Former NFL running back Peyton Hillis has been hospitalized since last Friday after helping save two children from drowning on a beach in Pensacola, Florida.
Marvin Caston, who played football at Arkansas and is linked to the player, confirmed to the Arkansas Democrat-Gazette that Hillis dove into the ocean waters Wednesday to save one of his children and another family member from drowning.
"One of Peyton's sons and the son of one of his other relatives went too far into the ocean. Peyton and another relative came out to save them," Caston told the newspaper. "But Peyton got a lot of salt water in her lungs and she almost drowned," he added.
Family members say paramedics have been working to get all the salty water out of her lungs and restore her kidney function.
American Fox television in Arkansas reported Thursday night that Hillis, 36, was unconscious and on a respirator. Greg Hillis, identified by the Arkansas media as Peyton's uncle, posted on Facebook that "Peyton is doing better. He's still in intensive care and has some issues with his kidneys and lungs, but the doctors say he's doing better."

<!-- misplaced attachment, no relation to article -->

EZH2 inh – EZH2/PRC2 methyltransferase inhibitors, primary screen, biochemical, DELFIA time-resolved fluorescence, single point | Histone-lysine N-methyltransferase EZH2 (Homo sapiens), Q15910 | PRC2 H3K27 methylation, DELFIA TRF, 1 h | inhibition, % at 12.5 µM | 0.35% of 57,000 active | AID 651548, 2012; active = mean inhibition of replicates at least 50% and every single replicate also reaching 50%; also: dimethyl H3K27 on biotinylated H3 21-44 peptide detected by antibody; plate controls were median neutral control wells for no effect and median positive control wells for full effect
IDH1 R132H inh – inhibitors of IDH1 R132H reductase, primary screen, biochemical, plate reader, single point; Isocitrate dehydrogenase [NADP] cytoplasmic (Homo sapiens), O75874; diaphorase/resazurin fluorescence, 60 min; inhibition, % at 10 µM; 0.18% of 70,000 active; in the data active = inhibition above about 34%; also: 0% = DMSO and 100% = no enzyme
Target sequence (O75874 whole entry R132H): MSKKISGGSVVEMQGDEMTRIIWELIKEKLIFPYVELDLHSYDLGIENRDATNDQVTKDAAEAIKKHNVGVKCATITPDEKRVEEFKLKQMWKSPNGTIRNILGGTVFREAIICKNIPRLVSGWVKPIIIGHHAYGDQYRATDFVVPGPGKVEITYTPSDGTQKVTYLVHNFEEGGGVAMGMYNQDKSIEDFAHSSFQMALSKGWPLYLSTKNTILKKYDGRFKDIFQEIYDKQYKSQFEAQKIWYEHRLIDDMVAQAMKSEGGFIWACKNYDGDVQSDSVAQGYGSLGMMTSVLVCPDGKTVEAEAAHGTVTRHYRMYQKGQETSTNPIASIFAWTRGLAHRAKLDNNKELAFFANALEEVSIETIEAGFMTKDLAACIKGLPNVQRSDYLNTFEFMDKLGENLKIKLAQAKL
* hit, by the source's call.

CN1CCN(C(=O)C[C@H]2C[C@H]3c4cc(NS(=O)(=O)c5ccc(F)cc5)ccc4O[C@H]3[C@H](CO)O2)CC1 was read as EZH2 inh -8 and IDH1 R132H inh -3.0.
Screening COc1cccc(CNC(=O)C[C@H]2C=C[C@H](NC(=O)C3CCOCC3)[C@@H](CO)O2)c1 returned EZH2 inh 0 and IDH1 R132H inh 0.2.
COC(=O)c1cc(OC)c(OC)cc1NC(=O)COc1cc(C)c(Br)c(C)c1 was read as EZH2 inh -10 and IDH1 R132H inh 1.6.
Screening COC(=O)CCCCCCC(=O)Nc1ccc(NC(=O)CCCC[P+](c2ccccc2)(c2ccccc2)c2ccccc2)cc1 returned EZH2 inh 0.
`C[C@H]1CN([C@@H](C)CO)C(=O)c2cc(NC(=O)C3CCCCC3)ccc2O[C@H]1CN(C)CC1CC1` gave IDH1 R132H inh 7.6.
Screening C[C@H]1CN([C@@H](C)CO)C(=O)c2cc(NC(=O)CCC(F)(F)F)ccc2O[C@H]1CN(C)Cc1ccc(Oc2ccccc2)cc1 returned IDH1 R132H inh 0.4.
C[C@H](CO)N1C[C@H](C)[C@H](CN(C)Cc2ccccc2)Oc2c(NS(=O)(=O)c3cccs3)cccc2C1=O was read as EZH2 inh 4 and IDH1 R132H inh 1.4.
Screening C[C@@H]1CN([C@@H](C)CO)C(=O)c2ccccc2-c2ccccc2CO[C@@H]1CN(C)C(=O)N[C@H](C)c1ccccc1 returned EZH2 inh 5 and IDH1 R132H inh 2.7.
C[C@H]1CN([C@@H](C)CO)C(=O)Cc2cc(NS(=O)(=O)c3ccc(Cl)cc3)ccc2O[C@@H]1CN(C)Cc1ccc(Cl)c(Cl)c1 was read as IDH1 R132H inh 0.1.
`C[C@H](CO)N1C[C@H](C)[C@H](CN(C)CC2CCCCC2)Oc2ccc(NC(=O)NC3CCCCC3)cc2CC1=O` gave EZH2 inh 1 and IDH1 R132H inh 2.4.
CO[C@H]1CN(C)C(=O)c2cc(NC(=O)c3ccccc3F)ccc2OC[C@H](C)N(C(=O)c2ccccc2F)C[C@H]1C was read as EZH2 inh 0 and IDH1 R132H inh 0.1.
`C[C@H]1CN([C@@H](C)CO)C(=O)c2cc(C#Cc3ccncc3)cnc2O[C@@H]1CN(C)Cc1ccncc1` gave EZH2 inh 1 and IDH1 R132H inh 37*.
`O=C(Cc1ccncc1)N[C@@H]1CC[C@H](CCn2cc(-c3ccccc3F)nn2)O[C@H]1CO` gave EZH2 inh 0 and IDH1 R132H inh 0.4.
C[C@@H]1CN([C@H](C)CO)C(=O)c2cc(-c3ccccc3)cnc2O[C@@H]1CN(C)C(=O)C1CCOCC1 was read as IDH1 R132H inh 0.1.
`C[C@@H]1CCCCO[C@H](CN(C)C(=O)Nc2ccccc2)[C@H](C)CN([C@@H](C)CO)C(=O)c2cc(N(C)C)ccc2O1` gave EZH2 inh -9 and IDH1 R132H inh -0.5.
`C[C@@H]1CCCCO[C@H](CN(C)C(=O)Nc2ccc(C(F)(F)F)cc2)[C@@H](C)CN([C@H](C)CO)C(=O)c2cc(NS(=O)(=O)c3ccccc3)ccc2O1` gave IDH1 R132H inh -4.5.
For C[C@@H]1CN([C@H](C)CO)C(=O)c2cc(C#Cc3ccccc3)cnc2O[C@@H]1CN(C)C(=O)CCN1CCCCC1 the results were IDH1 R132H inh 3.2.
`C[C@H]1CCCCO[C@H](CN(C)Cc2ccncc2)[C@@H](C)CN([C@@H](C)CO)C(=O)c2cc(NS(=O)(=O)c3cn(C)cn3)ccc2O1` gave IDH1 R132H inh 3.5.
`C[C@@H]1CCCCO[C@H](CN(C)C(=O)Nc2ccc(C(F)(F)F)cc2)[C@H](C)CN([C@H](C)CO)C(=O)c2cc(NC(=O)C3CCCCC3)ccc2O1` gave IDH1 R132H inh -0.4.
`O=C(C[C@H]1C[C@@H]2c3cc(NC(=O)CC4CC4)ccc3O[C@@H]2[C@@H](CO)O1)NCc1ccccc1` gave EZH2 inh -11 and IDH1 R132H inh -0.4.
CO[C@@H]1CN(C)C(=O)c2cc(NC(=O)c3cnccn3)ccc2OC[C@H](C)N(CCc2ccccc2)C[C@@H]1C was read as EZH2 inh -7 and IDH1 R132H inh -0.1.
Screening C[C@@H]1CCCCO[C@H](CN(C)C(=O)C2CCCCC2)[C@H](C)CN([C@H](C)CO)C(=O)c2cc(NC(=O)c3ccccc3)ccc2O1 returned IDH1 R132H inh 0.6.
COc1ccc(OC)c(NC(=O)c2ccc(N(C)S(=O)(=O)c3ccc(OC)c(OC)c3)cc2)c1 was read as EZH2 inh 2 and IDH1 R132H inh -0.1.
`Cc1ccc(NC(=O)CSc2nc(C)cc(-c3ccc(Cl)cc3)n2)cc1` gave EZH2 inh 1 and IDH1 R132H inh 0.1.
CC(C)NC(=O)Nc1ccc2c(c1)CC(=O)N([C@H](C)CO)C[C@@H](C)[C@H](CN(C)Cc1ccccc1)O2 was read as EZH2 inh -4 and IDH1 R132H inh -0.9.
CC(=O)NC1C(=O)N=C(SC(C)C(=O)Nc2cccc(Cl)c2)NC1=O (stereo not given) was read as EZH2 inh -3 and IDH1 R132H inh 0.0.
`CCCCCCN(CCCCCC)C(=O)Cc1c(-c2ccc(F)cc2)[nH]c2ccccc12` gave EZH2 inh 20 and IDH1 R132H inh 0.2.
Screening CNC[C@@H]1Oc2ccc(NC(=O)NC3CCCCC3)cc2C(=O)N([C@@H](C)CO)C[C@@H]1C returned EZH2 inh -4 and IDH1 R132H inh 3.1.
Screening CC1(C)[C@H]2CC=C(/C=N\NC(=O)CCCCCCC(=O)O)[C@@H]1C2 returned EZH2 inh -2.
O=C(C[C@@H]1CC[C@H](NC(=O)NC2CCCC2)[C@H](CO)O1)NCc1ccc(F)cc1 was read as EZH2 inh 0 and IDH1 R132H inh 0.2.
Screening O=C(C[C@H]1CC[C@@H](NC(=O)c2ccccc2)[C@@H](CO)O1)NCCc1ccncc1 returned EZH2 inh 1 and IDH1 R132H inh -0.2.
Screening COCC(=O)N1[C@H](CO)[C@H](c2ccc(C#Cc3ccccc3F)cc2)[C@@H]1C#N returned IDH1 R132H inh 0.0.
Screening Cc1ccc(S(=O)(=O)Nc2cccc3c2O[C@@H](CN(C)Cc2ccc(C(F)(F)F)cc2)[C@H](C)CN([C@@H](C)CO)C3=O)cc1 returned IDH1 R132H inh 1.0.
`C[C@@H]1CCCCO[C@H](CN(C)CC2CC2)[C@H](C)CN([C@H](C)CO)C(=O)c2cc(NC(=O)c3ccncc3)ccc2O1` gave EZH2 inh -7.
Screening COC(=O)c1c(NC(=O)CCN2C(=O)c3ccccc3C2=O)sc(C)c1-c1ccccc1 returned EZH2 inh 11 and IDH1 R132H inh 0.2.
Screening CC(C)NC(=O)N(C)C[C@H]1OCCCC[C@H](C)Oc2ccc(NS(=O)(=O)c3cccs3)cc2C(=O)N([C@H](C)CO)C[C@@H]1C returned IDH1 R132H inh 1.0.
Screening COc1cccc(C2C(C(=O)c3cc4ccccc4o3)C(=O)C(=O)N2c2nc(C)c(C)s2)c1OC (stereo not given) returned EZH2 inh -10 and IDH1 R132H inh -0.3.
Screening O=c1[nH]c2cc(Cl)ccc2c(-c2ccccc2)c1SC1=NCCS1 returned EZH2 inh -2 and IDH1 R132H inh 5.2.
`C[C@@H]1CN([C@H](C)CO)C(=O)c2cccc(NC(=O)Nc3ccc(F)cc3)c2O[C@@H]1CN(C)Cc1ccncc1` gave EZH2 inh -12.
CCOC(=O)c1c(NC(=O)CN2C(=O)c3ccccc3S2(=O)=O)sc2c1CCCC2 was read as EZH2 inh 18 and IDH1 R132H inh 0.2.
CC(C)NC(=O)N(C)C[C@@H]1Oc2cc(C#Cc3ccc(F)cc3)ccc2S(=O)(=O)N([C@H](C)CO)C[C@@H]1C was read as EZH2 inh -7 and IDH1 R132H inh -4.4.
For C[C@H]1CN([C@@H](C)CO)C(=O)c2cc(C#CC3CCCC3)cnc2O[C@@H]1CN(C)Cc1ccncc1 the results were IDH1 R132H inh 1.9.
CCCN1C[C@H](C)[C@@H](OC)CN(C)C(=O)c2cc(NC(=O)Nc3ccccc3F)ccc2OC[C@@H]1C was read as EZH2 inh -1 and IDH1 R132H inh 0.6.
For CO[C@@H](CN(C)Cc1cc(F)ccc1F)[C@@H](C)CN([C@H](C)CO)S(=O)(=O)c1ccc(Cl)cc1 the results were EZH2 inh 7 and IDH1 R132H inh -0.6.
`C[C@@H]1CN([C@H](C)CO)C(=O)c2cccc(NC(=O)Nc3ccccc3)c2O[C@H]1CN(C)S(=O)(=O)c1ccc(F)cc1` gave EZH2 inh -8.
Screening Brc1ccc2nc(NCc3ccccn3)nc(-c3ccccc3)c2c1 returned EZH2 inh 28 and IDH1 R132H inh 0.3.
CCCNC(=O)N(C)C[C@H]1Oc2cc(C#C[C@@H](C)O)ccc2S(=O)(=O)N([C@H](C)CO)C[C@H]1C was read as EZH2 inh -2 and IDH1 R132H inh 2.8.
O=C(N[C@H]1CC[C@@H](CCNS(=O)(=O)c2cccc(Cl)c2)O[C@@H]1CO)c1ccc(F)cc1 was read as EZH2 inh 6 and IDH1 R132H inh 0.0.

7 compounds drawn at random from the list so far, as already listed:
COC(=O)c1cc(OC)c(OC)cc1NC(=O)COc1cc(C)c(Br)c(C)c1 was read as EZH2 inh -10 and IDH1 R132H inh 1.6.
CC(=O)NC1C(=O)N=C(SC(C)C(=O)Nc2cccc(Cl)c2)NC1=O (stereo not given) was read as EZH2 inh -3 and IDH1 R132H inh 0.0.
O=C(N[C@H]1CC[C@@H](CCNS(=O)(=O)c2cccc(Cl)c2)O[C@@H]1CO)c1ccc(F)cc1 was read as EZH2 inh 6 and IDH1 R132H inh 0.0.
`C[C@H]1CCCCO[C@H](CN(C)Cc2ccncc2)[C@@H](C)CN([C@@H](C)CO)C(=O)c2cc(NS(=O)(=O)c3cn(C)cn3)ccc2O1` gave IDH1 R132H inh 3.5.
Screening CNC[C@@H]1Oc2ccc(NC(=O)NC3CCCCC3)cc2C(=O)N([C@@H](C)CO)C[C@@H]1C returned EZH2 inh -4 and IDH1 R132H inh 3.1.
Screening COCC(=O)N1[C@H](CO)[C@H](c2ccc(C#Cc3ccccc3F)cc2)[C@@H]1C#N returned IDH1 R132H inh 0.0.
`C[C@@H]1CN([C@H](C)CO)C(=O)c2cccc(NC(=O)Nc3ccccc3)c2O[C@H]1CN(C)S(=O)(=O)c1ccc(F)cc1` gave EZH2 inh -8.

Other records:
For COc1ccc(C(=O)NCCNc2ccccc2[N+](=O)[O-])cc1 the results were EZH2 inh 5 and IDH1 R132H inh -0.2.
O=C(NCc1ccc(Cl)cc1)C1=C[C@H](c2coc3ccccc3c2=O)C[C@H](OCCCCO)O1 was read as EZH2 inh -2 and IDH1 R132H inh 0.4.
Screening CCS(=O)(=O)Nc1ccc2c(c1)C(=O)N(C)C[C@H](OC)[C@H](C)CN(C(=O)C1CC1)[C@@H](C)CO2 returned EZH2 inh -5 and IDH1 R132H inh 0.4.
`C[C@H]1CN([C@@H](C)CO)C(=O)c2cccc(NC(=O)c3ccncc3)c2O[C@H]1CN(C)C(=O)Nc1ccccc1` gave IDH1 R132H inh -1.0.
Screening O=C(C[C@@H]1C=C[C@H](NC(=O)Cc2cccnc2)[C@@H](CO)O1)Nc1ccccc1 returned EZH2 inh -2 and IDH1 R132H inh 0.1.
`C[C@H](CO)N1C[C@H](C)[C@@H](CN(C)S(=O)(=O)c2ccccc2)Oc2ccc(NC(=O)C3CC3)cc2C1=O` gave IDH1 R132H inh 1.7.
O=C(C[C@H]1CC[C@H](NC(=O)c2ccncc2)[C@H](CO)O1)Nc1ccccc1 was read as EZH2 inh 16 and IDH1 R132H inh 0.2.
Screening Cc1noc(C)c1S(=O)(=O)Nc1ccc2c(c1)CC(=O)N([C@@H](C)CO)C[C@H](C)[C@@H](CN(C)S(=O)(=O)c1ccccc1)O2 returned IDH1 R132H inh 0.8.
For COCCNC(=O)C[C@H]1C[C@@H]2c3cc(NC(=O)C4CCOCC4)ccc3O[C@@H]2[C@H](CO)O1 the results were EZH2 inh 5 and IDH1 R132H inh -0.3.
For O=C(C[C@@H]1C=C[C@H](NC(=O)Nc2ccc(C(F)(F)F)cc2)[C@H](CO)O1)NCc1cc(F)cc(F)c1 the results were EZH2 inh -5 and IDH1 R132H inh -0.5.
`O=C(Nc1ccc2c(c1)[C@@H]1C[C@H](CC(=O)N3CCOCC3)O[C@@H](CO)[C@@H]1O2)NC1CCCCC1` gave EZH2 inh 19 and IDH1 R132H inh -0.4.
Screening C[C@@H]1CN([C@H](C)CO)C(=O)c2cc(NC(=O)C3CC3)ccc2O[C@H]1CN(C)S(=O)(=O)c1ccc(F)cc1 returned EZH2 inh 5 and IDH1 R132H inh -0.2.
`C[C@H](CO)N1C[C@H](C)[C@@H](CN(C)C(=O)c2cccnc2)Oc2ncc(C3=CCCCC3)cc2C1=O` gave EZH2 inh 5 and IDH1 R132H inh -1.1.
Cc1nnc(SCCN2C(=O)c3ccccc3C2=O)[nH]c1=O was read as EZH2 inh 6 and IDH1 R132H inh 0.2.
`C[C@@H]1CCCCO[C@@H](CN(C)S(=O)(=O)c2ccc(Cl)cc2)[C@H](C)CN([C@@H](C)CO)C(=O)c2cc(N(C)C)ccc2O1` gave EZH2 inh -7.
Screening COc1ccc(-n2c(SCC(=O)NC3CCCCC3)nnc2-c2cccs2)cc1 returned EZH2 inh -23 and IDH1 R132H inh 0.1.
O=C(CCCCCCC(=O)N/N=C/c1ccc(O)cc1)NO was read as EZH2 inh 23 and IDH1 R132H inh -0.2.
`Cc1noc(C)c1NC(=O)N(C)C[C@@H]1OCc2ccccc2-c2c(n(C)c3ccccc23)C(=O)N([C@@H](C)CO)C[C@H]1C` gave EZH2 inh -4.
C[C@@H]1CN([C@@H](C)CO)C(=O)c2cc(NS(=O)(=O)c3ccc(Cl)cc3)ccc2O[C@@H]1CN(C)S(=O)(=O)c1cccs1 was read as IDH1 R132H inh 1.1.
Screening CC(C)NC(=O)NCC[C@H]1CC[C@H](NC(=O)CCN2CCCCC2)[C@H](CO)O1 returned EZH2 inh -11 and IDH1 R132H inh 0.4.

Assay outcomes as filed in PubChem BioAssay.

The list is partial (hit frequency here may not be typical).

The Pensacola News Journal reported that lifeguards in Escambia County, Florida conducted a water rescue just before noon Wednesday off Pensacola Beach. In total, four swimmers who were in danger were rescued and two adults were taken to hospital, one by helicopter.
Multiple reports on Friday said the children were safe and the patient being transported by helicopter was Hillis.
Hillis played fullback at Arkansas from 2004 to 2007 and was drafted in the seventh round of the 2007 NFL Draft by the Denver Broncos. He played seven seasons with the Broncos, Cleveland Browns, Kansas City Chiefs and New York Giants.
His best NFL season came in 2010 with the Browns, when he rushed for 1,177 yards and scored 11 touchdowns. He had 477 receiving yards and two touchdowns.
In his career, he carried the ball 696 times for 2,832 yards and 23 touchdowns in 81 games (34 starts). He caught 134 passes for 1,050 yards and three more scores.